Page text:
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Compiled by Mike Morris WA6ILQ
Maintained by Robert Meister WA1MIK
I know nothing about this equipment so please don't ask!

  Contact information:
The land mobile group is a division of RELM Corp. The avionics group is a division of Honeywell Corp.
RELM Wireless
7100 Technology Drive
West Melbourne, FL 32904
BendixKing by Honeywell

Note that if you have any BK aircraft radio (including the KX-99 which is obsolete and largely unsupported), and need parts, you need to contact Bendix King Avionics in Lawrence, KS. Only the land mobile division was sold to RELM.

The BK handhelds are a favorite of the US Forest Service and the people that work with them. The USFS has recently changed the technical requirements, and this email clarifies the situation that affects a lot of folks:

> To: repeater-builder BK page
> Subject: You might want to post this email on the BK page...
Users of BK radios who coordinate with the USFS or BLM should be aware that wideband radios are no longer acceptable for use by wildland firefighting contractors. This means all LPH, EPH and EMH radios will not be usable in USFS operations !!! On top of that, USFS Region 6 which covers California and Washington state is also planning to begin making the switch to P25 digital in 2009.

Testing of the P25 digital mode continues. Results are very favorable for portable radios wherein tests showed the P25 mode more readable all up until the point where the signal became noisy in the analog radio and then the P25 signal was completely lost. It was also found that P25 in mobile applications was very intolerant to "motorboating" caused by multipath reflections and during mobile radio testing, analog rated superior to P25 digital. Based upon these tests, P25 digital may require a repeater infrastructure so that signal levels can remain high and multipath interference can be minimized. The most common comment about P25 is that it either works or it doesn't with little or no warning between the two conditions.

The FCC is also now assigning new analog VHF frequencies in California and elsewhere that require radios capable of operating on a 6.25 kHz channel spacing. Only GPH, DPH and DPHX portables and GMH and DMH mobiles are capable of operating on 6.25 kHz channel spacing assignments. Older LPH, EPH and EMH radios are only capable of operating on channels down to 12.5 kHz channel spacing.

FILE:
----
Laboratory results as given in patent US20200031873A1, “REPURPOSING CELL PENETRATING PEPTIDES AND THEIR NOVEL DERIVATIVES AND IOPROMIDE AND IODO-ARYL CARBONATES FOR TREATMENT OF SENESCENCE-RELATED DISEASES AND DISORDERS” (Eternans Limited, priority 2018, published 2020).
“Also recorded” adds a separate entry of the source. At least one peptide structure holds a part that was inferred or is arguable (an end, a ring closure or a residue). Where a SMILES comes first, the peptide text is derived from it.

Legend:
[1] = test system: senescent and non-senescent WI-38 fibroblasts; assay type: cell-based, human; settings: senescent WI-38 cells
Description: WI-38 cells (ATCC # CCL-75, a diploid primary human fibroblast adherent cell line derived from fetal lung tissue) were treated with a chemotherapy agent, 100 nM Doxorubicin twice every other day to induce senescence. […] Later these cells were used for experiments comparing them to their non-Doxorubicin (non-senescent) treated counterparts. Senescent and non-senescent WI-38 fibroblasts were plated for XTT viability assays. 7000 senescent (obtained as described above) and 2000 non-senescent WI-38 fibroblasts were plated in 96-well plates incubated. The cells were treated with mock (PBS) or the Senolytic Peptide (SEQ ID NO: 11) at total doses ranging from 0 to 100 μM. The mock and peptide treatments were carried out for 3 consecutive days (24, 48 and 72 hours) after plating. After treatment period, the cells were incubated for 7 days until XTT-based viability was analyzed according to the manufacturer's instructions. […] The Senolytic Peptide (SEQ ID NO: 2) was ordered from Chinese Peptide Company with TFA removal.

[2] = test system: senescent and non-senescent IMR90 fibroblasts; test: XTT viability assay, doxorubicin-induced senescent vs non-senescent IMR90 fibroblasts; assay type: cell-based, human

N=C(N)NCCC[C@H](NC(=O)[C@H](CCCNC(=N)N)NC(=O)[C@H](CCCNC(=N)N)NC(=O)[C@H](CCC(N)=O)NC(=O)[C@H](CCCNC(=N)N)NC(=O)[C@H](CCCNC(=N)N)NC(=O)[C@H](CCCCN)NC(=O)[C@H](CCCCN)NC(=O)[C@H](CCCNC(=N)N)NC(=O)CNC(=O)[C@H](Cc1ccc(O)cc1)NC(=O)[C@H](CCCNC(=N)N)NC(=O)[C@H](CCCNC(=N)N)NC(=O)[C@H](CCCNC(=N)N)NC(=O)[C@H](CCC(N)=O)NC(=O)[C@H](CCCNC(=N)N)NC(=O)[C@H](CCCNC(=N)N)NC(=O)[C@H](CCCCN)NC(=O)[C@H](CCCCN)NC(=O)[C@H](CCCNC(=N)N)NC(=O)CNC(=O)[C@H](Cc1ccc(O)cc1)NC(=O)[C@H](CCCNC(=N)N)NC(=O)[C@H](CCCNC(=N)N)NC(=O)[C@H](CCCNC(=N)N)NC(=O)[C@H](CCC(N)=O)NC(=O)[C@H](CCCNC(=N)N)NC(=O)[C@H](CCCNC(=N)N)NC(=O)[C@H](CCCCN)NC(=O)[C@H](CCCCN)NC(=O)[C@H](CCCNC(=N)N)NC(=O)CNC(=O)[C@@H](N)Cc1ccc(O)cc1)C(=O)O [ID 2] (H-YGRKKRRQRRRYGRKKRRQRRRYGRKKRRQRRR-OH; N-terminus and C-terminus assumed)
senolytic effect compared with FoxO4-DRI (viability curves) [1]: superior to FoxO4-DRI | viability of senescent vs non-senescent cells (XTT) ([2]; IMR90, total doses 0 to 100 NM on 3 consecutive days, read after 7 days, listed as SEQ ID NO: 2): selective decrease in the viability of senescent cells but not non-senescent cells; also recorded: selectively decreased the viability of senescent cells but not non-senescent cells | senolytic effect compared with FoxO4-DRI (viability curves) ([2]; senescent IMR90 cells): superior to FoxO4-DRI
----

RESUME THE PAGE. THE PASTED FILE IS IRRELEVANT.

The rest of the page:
What we're looking for...

An article or two providing an overview of the mobiles, handhelds (EMH, EPH, EPI, EPU, EPV, GPH, LMX, LPH, LPX, LPU, LQH, PRC-127, etc.) and the differences between them.

We're also looking for how to interpret a model number, what makes one model preferred over another(I know to avoid the models that have a ribbon cable inside, but how do you tell one that has a ribbon cable from one that does not?), how to find a used one at a decent price, how to move one from commercial frequencies into the UHF or 2m ham bands, how to program them (yes, I know it can be programmed from the front panel, but if you have an entire radio to reprogram it's easier to use a PC for the first programming), what hardware and software you need to program it from a PC (and how to get it legally), where to get parts, etc.

Since the radios have all gone to surplus, we are looking for the programming software for the EPH-5991K radios. These were specifically made for the Texas Department of Public Safety (their Highway Patrol), and have nothing in common with the regular EPH radios. They require special software that (according to BK) only Texas DPS has, and won't program with the normal BK software. Despite attempts by several people to acquire the EPH-5991K software nothing has turned up.

A step-by-step procedure, with photos, of how to replace / rebuild the PTT switch on a LPH / LPU, EPH or EPU handheld.

If you have any info to donate, just drop an email to donations //at// repeater-builder //dot// com - we'll take care of the rest. If you want to donate an article (which are always welcome, even if you don't want to be identified with it), please drop us an email first.

Information and Modifications